What is it?
Similarly bold is Peugeot design director Gilles Vidal saying the new 208 looks like a “sexy little hot hatch” and Peugeot’s new tagline of ‘unboring the future’. None is the sort of thing you’d do unless you were confident you were regaining your mojo.
This is our first chance to find out whether Peugeot is doing so with the new 208 and electric e-208, albeit in prototype form and only on a short route around a test track in France. And there’s more to do before the car’s launch at the end of the year, so no star rating. You can find out a lot in a short space of time, though.
Let’s begin with the architecture. The 208 sits on the PSA Group’s small modular platform, CMP, which will also sit beneath small Citroën and DS models and the Opel/Vauxhall Corsa. It could be that the new 308, Astra and other mid-size PSA cars will use it too, but that’s a choice each manufacturer will make independently. The smaller of PSA’s two platforms has a full battery electric option, the larger one a plug-in hybrid option that can even give four-wheel drive.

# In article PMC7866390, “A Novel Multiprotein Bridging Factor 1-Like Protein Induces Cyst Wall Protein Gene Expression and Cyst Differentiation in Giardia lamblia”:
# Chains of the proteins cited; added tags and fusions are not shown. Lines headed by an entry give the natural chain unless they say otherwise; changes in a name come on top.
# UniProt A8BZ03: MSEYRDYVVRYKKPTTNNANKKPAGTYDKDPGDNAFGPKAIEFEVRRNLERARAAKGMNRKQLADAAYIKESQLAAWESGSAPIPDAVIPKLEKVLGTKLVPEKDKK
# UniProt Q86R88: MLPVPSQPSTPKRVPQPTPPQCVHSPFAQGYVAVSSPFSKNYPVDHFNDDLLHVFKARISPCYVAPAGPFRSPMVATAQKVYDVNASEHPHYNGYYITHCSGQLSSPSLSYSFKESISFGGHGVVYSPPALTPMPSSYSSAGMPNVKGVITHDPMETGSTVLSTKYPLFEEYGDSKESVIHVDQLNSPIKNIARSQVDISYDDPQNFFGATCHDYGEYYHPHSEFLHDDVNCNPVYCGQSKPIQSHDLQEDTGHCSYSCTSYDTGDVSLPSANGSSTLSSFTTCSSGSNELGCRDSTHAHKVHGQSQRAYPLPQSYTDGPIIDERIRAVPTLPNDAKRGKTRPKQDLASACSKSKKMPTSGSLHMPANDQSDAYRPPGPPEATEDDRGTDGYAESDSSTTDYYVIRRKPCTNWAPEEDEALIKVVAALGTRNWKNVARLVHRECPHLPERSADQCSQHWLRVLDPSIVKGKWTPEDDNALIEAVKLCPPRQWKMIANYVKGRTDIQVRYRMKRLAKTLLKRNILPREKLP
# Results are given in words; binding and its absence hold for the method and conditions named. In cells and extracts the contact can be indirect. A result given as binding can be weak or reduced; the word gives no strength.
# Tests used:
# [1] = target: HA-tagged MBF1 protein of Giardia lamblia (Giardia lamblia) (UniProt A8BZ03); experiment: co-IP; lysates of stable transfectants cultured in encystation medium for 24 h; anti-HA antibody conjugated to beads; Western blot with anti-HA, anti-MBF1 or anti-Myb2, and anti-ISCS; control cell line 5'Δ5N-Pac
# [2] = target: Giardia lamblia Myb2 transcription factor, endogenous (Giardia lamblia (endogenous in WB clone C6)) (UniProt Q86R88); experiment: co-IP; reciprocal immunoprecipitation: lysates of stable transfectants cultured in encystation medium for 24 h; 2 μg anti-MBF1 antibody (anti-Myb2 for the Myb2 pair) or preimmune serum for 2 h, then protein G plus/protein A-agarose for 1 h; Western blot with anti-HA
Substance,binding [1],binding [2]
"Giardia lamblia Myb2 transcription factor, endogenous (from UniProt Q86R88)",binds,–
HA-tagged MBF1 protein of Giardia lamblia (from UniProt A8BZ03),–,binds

For superminis, front-wheel drive and a full electric option it is, then, with both internal combustion engine (ICE) and electric variants looking much the same, bar some details. The idea is that electricity is just another form of powertrain – you pick diesel, petrol or electric depending on your driving. It’s whatever’s most convenient for you, not a philosophy.
In the DS 3 Crossback, the only CMP production car we’ve driven so far, it’s hard to see that this has compromised things too much. In some ways, the beauty of a pure EV platform is that you can put mechanicals where you want to and thereby maximise interior space, and this misses out on that opportunity. But PSA’s reckoning makes sense on mass-volume cars: if you want to keep your manufacturing options flexible, putting all your drivetrains on the same architecture means different versions roll down the same production line in the quantities relative to the amount people want each one.